17. Psychodynamic Approaches to Eating Disorders

  1. John R. E. Fox2 and
  2. Ken P. Goss3
  1. Tony Winston

Published Online: 3 OCT 2012

DOI: 10.1002/9781118328910.ch17

Eating and its Disorders

Eating and its Disorders

How to Cite

Winston, T. (2012) Psychodynamic Approaches to Eating Disorders, in Eating and its Disorders (eds J. R. E. Fox and K. P. Goss), John Wiley & Sons, Ltd, Chichester, UK. doi: 10.1002/9781118328910.ch17

Editor Information

  1. 2

    Division of Clinical Psychology, University of Manchester, UK

  2. 3

    Coventry Eating Disorders Service, United Kingdom

Author Information

  1. Warwick Eating Disorders Service, Warwick, UK

Publication History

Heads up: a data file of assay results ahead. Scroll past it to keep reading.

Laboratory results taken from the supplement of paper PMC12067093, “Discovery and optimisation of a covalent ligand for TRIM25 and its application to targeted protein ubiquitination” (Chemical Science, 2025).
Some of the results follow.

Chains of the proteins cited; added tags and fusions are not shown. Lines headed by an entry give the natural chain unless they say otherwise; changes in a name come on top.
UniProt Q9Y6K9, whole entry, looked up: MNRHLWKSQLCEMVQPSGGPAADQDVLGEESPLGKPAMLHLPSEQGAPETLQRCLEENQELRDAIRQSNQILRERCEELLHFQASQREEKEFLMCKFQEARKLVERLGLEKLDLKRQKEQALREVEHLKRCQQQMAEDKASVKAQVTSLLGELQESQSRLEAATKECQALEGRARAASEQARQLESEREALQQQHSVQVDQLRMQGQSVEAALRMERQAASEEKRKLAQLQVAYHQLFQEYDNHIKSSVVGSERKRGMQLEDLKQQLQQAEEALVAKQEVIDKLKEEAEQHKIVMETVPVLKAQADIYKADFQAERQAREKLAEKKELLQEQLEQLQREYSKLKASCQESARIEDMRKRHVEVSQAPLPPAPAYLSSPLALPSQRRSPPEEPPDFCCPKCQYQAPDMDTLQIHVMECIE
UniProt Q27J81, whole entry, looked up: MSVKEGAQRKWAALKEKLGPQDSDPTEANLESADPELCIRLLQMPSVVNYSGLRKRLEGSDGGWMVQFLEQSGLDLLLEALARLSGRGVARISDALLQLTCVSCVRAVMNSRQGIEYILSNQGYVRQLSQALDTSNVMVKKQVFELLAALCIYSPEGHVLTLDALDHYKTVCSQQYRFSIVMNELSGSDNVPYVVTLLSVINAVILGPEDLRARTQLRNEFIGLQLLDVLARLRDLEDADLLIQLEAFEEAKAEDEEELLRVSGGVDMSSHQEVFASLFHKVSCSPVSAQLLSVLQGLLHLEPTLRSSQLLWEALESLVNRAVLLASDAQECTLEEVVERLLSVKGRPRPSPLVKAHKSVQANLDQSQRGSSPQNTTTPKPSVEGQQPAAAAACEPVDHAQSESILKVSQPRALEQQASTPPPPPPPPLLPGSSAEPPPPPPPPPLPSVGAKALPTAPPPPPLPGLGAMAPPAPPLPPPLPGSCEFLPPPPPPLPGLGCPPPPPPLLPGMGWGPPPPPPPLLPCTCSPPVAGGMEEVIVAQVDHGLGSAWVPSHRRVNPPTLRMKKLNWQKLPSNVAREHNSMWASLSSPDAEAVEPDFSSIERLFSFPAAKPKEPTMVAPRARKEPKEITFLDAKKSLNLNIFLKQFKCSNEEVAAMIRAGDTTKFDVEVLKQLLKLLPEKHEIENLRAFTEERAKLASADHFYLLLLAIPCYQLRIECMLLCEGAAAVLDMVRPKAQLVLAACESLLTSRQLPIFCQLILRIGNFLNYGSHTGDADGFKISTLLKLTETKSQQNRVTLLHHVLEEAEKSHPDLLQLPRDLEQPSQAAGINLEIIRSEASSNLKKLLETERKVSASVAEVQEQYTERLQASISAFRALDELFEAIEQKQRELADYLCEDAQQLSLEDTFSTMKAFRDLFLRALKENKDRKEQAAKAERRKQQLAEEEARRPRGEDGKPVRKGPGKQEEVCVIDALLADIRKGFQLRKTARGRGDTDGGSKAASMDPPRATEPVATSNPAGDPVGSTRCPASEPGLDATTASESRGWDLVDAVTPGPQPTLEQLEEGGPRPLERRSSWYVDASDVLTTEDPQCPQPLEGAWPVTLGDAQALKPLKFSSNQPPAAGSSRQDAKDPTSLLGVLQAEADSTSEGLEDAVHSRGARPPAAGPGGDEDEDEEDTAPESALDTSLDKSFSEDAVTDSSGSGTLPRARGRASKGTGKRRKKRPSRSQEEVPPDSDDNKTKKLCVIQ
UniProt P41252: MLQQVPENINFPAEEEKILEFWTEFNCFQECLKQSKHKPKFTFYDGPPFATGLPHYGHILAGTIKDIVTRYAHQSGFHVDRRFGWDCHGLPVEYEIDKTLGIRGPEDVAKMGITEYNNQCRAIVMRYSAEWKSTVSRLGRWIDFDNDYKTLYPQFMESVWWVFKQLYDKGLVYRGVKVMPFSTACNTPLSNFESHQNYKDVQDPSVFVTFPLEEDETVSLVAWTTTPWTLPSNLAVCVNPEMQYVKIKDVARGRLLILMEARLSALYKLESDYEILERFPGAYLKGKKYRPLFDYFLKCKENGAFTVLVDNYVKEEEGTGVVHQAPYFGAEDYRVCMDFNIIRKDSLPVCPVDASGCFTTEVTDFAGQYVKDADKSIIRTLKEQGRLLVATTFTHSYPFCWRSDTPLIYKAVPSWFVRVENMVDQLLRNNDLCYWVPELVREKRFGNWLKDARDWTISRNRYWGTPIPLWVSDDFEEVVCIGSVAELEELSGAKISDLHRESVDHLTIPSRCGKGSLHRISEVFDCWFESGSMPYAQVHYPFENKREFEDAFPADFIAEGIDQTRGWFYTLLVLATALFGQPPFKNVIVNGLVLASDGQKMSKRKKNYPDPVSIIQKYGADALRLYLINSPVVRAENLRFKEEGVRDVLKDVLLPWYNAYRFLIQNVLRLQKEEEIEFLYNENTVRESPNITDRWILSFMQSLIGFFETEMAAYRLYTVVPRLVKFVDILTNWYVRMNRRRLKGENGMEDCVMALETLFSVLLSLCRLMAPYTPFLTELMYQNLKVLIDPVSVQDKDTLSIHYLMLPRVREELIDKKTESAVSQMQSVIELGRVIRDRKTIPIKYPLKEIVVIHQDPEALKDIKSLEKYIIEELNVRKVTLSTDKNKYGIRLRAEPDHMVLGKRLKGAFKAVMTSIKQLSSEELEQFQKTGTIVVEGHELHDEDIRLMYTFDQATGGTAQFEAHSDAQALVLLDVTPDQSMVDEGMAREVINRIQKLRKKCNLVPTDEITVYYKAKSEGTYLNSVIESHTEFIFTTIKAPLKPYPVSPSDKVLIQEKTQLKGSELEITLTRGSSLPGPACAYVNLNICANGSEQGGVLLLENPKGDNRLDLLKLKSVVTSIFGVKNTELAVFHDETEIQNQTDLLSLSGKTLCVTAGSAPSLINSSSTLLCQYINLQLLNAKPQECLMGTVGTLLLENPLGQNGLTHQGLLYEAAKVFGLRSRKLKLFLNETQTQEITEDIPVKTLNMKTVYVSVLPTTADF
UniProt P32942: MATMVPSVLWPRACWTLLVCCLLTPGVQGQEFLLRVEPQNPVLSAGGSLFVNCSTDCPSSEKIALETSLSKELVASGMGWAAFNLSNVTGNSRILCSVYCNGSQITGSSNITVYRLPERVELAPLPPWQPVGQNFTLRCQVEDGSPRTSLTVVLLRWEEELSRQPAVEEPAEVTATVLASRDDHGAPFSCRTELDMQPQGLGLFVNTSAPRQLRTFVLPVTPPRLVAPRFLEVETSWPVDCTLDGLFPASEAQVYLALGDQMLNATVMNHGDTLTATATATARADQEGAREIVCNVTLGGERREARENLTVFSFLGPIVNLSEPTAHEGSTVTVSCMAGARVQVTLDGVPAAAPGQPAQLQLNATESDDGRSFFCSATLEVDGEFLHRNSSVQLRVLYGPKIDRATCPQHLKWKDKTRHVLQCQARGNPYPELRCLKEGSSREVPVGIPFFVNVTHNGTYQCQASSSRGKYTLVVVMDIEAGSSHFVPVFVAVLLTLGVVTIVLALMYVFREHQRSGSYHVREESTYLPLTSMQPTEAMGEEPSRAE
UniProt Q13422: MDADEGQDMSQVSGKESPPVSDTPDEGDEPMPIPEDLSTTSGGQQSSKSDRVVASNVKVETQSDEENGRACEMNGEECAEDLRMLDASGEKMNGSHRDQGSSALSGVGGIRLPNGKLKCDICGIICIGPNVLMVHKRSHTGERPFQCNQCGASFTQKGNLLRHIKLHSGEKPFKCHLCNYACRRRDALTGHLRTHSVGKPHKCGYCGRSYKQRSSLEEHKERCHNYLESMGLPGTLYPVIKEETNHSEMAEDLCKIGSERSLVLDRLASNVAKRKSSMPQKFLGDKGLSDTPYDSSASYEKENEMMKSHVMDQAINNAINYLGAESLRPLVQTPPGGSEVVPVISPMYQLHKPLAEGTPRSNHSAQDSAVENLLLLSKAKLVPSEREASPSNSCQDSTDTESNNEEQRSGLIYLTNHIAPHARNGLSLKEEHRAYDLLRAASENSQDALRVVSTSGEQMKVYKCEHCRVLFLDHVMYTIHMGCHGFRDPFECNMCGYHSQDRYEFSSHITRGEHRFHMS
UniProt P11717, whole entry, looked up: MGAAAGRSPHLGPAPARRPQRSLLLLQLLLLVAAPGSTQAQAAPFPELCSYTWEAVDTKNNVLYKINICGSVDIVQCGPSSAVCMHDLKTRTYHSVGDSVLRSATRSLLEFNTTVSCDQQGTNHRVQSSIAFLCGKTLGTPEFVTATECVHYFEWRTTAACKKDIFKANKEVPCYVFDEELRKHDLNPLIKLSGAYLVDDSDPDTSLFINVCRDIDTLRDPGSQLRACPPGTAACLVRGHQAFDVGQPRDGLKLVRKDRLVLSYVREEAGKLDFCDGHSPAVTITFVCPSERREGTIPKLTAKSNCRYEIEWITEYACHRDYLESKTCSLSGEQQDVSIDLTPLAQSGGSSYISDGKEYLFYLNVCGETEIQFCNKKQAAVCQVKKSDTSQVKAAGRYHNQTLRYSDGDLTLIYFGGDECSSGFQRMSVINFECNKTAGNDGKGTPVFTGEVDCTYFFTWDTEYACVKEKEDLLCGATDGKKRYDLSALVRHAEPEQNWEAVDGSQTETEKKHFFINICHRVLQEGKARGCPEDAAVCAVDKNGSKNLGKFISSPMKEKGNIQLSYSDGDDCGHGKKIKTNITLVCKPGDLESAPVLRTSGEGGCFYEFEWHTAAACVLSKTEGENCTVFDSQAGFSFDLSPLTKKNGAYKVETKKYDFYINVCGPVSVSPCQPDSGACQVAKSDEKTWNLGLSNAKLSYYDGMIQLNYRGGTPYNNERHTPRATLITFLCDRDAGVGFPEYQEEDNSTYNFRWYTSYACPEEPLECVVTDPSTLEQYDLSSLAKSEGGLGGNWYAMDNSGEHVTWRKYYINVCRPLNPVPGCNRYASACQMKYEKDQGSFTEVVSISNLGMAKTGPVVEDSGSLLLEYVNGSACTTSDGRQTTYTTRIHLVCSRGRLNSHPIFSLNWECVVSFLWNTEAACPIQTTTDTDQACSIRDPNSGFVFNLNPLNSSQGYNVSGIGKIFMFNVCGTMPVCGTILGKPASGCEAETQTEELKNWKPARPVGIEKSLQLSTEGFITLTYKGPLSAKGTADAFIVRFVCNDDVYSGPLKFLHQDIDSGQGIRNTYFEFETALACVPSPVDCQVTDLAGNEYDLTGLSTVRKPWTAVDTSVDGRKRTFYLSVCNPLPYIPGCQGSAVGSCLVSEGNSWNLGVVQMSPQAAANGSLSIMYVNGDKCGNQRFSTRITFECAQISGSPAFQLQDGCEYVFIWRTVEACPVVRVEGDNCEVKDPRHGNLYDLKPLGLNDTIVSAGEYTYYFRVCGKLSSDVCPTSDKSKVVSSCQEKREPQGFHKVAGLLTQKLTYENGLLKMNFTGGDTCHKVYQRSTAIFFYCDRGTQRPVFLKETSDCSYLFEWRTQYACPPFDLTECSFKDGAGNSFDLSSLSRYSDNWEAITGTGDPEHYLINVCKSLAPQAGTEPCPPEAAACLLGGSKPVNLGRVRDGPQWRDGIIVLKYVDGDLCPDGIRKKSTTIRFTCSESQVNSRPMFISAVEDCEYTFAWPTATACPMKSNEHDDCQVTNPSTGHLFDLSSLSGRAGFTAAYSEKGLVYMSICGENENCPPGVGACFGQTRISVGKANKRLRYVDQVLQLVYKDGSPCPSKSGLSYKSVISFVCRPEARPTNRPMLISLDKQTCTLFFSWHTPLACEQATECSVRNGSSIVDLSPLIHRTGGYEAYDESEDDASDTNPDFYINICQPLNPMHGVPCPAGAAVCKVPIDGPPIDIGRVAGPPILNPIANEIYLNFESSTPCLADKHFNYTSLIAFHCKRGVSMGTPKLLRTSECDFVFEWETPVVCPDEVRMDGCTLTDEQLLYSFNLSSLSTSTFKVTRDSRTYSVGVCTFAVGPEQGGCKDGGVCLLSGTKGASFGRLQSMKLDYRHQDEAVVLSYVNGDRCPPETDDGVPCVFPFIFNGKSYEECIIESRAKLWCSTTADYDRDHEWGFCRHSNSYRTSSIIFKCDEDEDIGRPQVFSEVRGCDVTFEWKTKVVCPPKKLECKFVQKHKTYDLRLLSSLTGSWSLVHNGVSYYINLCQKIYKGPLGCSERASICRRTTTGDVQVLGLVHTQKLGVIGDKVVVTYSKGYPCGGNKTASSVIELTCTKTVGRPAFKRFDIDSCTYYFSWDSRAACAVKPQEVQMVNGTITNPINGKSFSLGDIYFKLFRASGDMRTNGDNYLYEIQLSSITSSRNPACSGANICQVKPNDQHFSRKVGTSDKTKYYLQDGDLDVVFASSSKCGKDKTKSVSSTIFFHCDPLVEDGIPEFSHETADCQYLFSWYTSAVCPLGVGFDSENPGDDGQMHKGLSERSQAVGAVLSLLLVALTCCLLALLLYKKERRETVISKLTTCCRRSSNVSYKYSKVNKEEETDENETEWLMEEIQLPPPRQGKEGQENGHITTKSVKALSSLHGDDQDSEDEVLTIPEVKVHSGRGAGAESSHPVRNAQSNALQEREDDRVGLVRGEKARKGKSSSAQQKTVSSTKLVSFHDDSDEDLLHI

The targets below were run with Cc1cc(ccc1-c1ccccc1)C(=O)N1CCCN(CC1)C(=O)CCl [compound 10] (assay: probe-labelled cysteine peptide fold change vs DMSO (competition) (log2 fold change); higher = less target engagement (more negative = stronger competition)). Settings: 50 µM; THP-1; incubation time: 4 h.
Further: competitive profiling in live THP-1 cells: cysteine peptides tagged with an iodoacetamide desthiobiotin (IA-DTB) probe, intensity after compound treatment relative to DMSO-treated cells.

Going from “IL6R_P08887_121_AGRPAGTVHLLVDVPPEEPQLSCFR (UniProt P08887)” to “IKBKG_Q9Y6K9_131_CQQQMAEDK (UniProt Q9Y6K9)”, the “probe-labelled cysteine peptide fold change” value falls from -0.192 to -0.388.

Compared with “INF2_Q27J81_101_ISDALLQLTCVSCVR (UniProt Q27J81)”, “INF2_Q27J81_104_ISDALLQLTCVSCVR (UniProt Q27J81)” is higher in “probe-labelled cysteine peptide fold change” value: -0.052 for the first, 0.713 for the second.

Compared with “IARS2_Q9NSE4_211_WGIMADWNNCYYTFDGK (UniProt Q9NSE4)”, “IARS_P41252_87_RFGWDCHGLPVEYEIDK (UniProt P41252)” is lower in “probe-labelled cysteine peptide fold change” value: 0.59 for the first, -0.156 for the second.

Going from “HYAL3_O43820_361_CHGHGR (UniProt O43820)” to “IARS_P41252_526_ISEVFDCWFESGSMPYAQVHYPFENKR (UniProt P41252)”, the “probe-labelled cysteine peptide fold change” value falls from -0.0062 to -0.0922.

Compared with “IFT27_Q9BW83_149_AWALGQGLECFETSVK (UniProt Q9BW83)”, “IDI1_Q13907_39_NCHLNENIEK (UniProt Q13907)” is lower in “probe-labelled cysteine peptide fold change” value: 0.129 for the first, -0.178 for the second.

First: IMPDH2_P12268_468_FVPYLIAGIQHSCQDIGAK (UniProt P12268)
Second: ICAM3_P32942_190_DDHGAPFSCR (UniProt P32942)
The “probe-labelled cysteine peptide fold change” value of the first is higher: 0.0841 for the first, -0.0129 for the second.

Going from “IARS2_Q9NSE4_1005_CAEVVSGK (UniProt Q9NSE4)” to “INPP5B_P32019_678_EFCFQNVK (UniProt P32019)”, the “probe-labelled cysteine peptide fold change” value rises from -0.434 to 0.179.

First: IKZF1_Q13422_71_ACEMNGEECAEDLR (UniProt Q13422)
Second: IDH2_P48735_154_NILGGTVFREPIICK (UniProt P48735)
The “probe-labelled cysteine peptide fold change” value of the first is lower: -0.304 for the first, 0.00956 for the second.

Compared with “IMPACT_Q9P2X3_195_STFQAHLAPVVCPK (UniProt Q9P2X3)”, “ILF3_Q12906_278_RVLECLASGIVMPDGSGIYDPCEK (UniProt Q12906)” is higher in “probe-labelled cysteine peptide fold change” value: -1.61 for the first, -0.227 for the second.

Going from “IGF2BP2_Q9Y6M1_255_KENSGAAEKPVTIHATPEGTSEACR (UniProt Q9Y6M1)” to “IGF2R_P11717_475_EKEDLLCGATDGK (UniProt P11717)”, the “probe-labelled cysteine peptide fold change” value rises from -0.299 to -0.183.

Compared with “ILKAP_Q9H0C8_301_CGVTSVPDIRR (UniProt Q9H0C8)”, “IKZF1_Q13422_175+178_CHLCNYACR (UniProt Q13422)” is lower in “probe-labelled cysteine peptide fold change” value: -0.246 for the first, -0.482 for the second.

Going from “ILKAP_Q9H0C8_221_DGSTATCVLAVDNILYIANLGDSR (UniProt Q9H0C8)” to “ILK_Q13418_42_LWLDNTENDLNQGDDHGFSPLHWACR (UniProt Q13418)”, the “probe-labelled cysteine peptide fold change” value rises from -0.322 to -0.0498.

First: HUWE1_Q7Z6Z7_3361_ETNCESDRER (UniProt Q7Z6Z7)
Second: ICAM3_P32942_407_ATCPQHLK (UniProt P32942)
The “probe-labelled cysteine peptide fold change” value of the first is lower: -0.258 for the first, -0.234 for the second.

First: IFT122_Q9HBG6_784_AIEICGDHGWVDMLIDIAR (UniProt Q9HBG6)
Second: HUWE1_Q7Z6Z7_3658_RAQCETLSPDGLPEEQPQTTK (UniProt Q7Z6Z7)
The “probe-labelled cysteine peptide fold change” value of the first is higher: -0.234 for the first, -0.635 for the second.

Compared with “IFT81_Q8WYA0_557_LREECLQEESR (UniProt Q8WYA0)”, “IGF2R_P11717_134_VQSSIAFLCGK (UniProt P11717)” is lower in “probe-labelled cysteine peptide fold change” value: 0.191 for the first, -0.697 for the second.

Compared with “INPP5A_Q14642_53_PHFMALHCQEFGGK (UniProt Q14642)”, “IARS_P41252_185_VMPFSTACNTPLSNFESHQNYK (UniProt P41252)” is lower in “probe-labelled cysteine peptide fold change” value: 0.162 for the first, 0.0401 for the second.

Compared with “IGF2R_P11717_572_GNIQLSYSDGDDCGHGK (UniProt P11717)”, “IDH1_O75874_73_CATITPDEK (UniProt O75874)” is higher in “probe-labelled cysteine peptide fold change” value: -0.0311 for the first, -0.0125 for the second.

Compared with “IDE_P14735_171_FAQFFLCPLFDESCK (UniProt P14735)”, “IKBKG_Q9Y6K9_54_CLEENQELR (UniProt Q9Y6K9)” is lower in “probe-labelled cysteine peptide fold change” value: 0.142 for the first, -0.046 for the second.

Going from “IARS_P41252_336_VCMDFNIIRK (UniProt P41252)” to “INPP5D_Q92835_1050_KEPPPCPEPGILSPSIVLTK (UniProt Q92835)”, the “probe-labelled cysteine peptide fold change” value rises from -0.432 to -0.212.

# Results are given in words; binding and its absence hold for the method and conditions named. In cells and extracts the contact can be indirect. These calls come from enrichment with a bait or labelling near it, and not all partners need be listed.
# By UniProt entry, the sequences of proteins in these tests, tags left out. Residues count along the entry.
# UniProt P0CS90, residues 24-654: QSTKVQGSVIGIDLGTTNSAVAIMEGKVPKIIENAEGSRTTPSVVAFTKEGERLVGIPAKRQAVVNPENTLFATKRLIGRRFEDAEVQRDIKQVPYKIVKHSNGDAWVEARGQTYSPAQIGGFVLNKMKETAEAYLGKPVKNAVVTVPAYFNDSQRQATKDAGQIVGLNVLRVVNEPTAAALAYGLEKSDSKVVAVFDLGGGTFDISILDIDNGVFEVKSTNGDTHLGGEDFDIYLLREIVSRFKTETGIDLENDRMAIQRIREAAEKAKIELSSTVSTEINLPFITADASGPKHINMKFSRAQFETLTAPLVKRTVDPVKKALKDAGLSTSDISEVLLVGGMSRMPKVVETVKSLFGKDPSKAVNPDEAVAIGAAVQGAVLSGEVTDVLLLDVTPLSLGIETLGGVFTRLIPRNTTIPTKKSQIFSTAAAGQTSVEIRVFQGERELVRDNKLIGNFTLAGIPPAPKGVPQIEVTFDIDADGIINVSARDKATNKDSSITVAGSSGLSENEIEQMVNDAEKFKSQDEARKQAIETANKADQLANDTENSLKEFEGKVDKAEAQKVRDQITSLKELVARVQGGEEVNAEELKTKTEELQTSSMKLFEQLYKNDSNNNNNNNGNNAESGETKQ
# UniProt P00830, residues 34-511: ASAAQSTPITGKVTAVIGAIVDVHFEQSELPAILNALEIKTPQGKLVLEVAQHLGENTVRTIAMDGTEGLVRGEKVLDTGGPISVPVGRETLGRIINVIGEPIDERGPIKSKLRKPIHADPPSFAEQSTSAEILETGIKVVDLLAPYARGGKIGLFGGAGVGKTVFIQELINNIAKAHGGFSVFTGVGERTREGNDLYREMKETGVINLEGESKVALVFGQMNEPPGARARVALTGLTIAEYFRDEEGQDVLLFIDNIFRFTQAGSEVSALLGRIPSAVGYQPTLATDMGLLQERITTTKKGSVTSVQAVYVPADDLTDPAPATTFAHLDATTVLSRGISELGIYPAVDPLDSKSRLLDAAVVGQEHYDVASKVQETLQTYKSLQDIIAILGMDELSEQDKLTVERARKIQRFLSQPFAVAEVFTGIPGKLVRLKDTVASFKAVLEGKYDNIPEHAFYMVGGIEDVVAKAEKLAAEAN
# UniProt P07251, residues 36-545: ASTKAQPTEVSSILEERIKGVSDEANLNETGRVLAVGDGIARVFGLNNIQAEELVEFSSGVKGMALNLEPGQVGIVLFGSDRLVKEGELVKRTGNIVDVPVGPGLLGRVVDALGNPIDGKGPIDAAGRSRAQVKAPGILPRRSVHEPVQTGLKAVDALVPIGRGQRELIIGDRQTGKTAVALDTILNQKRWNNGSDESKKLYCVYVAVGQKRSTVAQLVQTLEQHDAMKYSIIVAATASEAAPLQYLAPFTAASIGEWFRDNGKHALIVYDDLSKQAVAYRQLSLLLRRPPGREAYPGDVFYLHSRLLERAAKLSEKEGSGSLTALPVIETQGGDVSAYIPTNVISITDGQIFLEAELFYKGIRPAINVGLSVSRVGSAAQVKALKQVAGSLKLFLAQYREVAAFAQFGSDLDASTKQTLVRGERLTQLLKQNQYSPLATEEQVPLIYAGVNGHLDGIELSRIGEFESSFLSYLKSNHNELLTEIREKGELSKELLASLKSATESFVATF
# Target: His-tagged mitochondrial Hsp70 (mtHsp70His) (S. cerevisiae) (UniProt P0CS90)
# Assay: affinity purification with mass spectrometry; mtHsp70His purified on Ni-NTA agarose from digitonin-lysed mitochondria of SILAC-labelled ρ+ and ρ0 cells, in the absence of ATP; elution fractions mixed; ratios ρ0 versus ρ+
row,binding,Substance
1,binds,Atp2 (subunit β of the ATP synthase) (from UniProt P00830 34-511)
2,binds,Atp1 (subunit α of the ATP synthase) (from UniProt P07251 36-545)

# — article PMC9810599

1. Published Online: 3 OCT 2012
  2. Published Print: 9 OCT 2012

ISBN Information

Print ISBN: 9780470683545

Online ISBN: 9781118328910



  • anorexia nervosa (AN);
  • binge eating disorder (BED);
  • bulimia nervosa (BN);
  • eating disorders (EDs);
  • psychodynamic therapy


Psychodynamic therapists have paid relatively little attention to bulimia nervosa (BN) and even less to binge eating disorder (BED). This chapter therefore deals first with anorexia nervosa (AN) and then with BN and BED; this is followed by some comments on working with eating-disordered clients and a brief review of the evidence base for psychodynamic therapy in eating disorders (EDs). There are a number of recurring themes, including control, power, intrusion, containment, identity, sexuality and repressed emotion, in work with anorexic clients, with which it is helpful to be familiar; these are described. These themes do not, of course, occur in all clients and the fact that every client is different is one of the reasons that psychotherapeutic work with this group is at the same time so fascinating and so challenging.